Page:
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The relationship between residential mobility and mortality following acute myocardial infarction


Background — The extent to which residential mobility is associated with declining health among disease-specific populations, such as survivors of acute myocardial infarction (AMI), remains unknown.

Methods — This prospective cohort study consisted of 3,377 patients followed from index AMI (Dec 1, 1999-March 30, 2003) until death or until the last available follow-up date (March 30, 2020) in Ontario, Canada. Each residential postal code move from a patient’s sentinel AMI event was tracked. Time-varying Cox proportional hazards examined the associated impact of each residential postal code move on mortality after adjusting for age, sex, baseline socioeconomic, psychosocial factors, changes in neighbourhood income level from each residential move, pre-existing cardiovascular and non-cardiovascular illnesses, and rural residence. All models evaluated death and long-term care institutionalization as competing risks to distinguish mortality from other end-of-life destination outcomes among community-dwelling populations.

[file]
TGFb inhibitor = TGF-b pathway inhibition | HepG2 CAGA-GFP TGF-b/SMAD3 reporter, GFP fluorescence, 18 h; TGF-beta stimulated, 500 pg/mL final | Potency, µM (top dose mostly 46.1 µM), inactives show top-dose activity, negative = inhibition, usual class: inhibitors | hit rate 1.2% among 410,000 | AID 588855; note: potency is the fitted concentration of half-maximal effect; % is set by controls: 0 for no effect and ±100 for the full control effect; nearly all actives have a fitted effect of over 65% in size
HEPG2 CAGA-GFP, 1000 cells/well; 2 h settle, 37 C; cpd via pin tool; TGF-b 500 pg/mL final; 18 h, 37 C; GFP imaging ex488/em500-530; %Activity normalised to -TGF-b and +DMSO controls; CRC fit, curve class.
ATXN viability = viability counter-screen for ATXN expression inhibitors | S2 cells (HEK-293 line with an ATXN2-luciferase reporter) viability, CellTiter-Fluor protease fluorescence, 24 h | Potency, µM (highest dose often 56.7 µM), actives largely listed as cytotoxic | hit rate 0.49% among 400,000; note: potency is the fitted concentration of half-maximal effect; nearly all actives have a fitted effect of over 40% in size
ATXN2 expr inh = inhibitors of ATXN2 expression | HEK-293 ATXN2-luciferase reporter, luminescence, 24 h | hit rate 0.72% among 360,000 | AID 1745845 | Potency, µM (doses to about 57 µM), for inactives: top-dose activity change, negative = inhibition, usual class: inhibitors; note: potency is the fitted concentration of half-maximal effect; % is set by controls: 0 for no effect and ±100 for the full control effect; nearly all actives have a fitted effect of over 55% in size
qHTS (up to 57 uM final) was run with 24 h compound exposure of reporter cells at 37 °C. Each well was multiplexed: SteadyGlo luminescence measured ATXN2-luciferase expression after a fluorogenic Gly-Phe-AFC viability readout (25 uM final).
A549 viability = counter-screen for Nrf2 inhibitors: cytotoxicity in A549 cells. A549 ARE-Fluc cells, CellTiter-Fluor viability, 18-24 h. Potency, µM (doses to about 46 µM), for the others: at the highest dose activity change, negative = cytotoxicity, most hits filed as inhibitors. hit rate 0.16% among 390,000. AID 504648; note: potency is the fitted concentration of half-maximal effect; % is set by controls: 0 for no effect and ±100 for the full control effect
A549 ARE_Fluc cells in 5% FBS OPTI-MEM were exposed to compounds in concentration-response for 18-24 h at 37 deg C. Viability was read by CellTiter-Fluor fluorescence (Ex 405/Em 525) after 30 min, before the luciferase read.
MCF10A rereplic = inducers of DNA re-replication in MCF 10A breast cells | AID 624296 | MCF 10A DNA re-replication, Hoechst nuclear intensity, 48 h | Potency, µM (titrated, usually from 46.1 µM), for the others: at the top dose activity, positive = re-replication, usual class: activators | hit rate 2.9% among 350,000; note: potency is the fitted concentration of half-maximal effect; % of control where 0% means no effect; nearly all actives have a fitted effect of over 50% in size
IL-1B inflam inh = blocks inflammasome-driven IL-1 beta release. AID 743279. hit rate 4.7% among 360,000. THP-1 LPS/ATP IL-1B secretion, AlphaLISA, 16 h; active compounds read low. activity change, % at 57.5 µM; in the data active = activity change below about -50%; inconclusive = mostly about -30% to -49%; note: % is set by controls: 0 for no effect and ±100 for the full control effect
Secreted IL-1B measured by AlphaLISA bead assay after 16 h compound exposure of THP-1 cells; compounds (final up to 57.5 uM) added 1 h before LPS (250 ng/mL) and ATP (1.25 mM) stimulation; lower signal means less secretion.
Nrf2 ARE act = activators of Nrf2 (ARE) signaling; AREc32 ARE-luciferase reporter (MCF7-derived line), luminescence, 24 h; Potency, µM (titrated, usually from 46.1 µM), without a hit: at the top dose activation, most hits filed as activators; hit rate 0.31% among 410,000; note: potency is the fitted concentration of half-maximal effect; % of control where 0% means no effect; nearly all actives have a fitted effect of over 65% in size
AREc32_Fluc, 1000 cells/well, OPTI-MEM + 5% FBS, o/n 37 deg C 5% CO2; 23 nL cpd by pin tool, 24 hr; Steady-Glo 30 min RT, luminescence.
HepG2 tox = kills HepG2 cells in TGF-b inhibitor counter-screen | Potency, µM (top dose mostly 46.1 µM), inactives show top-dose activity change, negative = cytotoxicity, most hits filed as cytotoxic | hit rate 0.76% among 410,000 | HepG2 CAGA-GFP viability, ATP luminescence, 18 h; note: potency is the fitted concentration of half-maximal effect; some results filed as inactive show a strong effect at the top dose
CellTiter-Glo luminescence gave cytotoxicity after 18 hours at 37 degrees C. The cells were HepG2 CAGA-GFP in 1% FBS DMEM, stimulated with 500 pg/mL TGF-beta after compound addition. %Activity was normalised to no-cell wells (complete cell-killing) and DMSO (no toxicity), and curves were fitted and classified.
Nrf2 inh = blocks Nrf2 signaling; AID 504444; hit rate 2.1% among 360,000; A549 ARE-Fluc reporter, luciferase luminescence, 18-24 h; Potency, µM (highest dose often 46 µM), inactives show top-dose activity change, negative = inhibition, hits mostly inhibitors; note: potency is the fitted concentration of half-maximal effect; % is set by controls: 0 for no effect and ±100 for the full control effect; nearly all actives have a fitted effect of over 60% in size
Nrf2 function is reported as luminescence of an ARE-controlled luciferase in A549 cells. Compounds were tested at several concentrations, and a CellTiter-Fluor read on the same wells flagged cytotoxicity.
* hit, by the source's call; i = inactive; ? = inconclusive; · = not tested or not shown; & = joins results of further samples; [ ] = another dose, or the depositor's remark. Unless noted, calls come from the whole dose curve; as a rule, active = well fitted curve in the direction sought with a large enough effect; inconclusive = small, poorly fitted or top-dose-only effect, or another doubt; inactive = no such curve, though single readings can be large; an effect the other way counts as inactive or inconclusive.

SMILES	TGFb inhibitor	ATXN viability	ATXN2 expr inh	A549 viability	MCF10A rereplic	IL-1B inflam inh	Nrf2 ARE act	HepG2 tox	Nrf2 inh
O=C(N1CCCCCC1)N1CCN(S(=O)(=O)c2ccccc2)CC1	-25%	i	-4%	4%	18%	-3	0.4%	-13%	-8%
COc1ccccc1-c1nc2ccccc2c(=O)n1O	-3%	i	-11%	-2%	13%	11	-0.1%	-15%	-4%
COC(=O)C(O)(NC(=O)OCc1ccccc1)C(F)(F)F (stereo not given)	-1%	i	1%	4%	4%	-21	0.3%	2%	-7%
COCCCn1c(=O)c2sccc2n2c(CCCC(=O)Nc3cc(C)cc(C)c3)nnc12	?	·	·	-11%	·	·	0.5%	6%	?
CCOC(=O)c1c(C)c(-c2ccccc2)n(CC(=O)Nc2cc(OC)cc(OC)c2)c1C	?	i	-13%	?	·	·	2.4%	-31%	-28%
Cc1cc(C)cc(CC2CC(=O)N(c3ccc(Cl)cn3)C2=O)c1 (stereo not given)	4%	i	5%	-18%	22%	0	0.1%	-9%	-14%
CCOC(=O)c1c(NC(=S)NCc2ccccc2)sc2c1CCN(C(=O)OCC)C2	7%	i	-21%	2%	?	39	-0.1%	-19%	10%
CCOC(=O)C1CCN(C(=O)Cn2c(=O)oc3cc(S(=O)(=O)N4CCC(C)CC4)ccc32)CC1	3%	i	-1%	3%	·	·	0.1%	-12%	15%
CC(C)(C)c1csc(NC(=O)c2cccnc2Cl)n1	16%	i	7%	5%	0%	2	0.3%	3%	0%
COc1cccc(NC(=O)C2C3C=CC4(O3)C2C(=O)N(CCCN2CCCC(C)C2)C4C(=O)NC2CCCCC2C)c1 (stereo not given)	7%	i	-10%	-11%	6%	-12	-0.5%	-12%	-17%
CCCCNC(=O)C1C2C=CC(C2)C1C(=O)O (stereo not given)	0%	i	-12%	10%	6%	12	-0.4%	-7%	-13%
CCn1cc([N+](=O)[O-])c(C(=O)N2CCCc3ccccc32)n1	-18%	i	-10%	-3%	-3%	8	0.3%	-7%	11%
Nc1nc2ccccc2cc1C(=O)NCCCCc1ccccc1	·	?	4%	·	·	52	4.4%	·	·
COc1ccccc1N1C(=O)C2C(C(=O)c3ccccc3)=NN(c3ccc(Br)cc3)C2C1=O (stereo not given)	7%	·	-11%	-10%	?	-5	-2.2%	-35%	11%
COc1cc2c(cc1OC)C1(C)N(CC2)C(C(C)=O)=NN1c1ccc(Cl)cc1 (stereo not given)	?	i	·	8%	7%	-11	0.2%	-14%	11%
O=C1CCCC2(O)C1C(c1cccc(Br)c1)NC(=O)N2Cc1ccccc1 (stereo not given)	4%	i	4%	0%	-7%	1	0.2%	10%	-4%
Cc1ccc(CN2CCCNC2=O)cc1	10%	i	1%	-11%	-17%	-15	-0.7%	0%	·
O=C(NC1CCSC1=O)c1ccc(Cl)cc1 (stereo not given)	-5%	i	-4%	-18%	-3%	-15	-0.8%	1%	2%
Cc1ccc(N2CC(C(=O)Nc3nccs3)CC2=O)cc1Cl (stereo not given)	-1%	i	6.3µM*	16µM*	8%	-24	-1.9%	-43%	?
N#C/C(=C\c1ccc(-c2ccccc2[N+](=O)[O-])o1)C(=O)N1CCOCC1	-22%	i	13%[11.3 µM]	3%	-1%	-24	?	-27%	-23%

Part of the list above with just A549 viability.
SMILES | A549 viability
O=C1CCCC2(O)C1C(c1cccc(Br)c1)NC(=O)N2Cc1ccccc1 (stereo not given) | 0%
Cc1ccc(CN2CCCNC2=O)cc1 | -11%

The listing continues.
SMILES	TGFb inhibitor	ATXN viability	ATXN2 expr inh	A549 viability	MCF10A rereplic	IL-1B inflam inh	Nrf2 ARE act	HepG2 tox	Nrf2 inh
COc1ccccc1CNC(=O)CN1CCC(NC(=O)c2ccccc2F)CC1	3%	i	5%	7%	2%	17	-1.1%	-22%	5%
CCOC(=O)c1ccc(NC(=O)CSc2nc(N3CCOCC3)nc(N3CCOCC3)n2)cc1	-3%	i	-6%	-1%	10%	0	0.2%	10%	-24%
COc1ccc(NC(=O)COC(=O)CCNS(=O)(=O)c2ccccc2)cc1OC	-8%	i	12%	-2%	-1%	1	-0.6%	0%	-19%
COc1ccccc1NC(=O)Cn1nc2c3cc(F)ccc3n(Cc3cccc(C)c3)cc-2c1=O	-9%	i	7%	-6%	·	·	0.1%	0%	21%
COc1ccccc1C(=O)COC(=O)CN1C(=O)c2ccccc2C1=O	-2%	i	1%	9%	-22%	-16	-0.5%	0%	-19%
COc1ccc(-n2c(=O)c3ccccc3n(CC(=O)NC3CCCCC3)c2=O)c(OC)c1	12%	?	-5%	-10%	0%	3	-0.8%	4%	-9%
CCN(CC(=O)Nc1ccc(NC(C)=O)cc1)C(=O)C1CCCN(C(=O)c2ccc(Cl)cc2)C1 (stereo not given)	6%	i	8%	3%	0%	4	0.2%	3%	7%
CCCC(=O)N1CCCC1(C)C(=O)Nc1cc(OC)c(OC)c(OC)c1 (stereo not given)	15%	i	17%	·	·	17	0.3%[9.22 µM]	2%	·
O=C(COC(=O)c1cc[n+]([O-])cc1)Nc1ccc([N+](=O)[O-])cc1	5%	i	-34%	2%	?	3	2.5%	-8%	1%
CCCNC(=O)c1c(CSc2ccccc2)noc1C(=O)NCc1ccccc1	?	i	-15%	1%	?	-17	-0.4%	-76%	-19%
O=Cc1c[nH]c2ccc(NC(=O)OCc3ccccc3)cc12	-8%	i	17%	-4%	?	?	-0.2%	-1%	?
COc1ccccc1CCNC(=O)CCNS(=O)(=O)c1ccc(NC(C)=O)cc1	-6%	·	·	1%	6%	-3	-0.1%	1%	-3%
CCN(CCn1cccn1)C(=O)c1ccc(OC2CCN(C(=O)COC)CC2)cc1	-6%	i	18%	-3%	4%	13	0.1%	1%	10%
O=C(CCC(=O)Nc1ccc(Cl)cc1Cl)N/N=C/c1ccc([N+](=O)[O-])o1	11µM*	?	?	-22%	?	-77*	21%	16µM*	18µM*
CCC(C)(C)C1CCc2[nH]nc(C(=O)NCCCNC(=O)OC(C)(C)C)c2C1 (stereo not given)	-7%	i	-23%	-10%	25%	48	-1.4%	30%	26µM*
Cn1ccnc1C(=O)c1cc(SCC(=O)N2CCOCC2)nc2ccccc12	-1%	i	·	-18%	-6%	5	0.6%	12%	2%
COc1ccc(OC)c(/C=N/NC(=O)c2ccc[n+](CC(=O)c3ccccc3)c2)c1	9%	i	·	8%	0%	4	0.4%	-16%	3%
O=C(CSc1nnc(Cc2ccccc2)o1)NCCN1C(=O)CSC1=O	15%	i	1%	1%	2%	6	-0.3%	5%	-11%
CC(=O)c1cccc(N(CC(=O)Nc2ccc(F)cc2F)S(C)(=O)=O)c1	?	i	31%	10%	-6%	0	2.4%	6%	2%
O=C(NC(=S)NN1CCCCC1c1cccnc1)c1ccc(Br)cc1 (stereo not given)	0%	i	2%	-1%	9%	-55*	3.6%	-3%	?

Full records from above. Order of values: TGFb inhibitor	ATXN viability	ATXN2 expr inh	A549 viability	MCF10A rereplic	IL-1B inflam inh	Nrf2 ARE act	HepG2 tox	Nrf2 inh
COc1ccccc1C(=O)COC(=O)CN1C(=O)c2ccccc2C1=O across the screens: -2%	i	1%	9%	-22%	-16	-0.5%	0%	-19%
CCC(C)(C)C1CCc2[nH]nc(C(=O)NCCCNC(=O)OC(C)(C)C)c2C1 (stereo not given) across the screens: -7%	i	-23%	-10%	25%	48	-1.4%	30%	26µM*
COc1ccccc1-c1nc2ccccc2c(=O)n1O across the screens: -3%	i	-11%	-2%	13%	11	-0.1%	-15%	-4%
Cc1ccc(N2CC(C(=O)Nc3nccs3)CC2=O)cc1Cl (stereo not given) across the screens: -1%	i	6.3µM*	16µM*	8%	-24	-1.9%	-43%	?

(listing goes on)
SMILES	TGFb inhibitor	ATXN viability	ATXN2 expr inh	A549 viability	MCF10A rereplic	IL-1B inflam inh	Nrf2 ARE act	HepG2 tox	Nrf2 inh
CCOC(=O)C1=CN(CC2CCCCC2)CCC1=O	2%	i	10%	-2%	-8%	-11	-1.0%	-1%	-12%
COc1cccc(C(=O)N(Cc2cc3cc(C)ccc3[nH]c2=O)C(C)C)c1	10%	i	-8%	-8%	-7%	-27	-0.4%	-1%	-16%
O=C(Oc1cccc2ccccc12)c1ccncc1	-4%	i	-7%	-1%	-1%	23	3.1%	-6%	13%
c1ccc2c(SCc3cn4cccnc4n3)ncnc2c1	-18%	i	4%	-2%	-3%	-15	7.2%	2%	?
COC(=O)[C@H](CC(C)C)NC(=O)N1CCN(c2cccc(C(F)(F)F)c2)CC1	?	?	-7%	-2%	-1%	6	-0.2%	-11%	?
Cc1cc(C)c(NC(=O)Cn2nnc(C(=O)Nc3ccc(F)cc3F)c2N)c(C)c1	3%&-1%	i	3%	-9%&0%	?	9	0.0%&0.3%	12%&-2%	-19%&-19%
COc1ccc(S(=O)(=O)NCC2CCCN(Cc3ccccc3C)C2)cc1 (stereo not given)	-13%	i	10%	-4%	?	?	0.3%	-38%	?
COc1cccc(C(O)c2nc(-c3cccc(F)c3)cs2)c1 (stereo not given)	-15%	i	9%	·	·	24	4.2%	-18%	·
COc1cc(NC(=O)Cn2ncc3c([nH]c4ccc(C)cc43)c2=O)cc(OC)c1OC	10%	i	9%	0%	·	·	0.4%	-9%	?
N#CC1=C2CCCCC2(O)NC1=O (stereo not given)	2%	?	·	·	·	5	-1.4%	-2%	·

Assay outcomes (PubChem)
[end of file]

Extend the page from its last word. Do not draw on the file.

Results — The study sample included 3,369 patients with 1,828 (54.3%) having at least one residential move throughout the study. 86.5% of patients either died in the community or transitioned from a community dwelling into a long-term care facility as an end-of-life destination. When adjusted for baseline factors and changing neighbourhood socioeconomic status over time, each residential move was associated with a 12% higher rate of death (Adjusted HR: 1.12; 95% CI: 1.05-1.19, p<.001) and a 26% higher rate of long-term care end-of-life institutionalization (Adjusted HR: 1.26; 95% CI: 1.14-1.58, p < 0.001).

Conclusions — Residential mobility was associated with higher mortality following AMI. Further research is needed to better evaluate intermediary causal pathways that may explain why residential mobility is associated with end-of-life outcomes.



Alter DA, Rosenfeld A, Fang J, Ko DT, Cohen L, Yu B, Austin PC. Can J Cardiol. 2023; Sep 17 [Epub ahead of print].

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